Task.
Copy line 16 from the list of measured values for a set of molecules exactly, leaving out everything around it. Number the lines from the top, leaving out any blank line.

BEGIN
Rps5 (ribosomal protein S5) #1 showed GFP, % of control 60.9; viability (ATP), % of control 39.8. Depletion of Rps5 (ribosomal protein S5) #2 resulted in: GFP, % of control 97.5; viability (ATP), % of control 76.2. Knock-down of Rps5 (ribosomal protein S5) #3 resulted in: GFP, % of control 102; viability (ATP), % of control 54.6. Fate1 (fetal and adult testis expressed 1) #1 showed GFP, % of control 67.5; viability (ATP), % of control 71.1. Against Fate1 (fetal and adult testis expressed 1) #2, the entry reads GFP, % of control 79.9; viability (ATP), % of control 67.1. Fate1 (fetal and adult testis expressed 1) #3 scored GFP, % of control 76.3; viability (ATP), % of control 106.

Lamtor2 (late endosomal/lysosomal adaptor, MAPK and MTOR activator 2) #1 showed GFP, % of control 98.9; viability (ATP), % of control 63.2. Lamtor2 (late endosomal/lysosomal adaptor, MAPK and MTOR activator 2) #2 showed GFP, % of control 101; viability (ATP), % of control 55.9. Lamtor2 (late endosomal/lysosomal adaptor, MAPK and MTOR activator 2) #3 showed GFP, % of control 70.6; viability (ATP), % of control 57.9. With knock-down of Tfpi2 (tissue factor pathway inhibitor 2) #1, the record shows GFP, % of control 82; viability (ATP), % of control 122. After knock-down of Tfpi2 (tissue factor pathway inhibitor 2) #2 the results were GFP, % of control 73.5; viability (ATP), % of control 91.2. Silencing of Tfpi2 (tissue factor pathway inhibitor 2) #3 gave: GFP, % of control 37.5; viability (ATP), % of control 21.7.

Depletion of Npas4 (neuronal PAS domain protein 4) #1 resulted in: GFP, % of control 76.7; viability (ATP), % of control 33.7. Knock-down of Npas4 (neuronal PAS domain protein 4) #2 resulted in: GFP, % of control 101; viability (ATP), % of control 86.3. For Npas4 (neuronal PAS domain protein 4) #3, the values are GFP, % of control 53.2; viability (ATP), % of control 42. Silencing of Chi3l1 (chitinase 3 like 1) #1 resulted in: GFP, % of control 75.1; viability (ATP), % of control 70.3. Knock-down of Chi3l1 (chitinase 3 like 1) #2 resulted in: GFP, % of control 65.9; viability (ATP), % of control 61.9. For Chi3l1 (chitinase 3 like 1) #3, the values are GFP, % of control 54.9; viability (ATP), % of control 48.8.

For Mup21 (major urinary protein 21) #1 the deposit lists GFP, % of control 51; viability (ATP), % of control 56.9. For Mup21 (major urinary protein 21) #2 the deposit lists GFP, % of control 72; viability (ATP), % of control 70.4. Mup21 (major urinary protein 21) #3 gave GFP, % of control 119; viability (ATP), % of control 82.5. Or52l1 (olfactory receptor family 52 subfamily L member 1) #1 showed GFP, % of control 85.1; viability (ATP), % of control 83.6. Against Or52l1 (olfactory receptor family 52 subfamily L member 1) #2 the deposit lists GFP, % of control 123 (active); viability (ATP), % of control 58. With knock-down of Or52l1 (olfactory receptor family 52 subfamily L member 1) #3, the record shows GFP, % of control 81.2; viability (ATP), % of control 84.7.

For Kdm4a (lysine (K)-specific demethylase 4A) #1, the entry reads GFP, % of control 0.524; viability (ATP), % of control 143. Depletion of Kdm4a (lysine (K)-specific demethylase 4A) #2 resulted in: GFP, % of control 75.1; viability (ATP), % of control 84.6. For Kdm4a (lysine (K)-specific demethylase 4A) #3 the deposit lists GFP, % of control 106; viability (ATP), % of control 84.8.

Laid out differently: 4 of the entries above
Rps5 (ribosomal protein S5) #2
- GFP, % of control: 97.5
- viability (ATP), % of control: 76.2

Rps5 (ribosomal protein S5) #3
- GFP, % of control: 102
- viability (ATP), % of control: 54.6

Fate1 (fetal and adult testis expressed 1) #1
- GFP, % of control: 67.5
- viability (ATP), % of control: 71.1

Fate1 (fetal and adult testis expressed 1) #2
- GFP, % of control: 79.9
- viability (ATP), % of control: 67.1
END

Fate1 (fetal and adult testis expressed 1) #2